Commentary

Tim Quast
Traders Magazine Online News

We're All HFTs Now

In this guest commentary, author Tim Quast looks back at the history of HFT and how the market has evolved to where many firms now fit the definition of high-frequency trader.

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December 1, 2002

Big Board's Unfinished Agenda' Is Under Fire

By John A. Byrne

Is Nasdaq as a trading market more efficient than the Big Board?

Some say the structures of both are broken but there is praise for Nasdaq.

"There is genuine competition now among alternative market structures on the Nasdaq, but there's a very large unfinished agenda in the listed market," argues David Whitcomb, an academic who studies market structure. "The order handling rules and decimalization were never fully applied on the listed markets," adds this Quixotic founder of an alternative trading system.

When Automated Trading Desks, his firm in Mr. Pleasant, South Carolina, sends a limit order to the NYSE, it is not necessarily displayed automatically in the public quote, according to Whitcomb.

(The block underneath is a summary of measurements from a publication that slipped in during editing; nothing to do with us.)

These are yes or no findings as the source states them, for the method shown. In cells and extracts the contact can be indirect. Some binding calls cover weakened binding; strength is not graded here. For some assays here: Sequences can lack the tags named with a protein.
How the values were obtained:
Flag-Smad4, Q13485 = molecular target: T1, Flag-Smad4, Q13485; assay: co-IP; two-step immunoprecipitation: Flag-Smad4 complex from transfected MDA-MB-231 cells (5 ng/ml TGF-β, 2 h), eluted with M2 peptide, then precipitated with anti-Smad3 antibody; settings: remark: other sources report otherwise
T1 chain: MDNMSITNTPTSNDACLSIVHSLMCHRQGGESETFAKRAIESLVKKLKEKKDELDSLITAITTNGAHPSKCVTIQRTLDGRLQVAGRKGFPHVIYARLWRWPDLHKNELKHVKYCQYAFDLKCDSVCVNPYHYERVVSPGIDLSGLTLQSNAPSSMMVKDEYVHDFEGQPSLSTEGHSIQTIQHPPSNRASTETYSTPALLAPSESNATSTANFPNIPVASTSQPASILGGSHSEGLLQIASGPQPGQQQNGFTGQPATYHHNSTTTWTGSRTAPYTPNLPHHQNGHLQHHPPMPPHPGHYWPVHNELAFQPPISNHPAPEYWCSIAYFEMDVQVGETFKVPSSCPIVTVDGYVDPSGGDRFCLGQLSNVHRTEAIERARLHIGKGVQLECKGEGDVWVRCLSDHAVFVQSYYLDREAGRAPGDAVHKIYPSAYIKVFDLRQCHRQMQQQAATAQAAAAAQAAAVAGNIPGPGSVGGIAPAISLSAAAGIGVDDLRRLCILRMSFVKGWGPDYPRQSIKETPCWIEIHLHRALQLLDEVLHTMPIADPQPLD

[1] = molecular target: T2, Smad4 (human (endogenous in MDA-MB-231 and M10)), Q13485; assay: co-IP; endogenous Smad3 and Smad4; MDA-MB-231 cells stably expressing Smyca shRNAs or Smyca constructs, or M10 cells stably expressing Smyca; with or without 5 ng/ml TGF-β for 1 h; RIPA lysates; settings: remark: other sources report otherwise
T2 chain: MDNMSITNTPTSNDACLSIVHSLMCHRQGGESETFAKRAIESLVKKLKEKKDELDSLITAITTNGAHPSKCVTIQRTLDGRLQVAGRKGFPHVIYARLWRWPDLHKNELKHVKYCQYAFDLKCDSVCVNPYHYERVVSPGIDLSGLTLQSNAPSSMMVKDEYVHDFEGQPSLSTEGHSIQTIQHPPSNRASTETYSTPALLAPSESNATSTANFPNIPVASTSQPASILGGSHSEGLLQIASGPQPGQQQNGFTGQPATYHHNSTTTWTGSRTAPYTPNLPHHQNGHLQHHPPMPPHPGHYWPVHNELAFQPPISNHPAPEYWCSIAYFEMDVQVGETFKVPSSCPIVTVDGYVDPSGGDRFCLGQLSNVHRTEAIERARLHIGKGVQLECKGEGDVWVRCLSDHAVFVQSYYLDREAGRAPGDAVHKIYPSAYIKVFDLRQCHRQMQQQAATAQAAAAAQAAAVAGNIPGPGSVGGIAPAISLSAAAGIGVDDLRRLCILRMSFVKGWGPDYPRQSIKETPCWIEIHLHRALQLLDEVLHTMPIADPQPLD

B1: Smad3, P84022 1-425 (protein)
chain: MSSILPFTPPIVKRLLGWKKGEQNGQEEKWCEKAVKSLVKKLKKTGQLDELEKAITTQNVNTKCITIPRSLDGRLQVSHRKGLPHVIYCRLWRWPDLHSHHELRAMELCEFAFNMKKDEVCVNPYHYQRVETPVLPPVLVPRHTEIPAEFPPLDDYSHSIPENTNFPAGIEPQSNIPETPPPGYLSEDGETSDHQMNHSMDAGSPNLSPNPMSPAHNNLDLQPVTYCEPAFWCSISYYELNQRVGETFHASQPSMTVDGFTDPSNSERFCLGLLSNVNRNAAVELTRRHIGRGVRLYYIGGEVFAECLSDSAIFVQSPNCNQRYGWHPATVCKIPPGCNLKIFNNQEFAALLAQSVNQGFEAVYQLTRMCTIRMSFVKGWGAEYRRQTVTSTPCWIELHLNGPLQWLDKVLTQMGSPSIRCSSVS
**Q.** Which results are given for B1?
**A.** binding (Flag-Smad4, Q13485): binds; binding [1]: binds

"We may put in a limit order to buy 1,000 shares at 32 dollars and 11 cents but that does not automatically establish a new bid if, say, the NYSE quote was 32.10 to 32.14," he says. The problem, as he sees it, is that the NYSE specialist has 30 seconds to respond to orders because of the Intermarket Trading System arrangements. "Even after that, it is a judgement call on the specialist's part whether to display the limit order," he adds.

On the Nasdaq, meanwhile, sellside transactions costs have plummeted. At ATD, costs have tumbled fivefold since the introduction of the order handling rules, Whitcomb says. And because of networked technologies, as well as more competitive limit order trading, arbitrage by the pros tends to eliminate the worst effects of fragmentation, Whitcomb contends.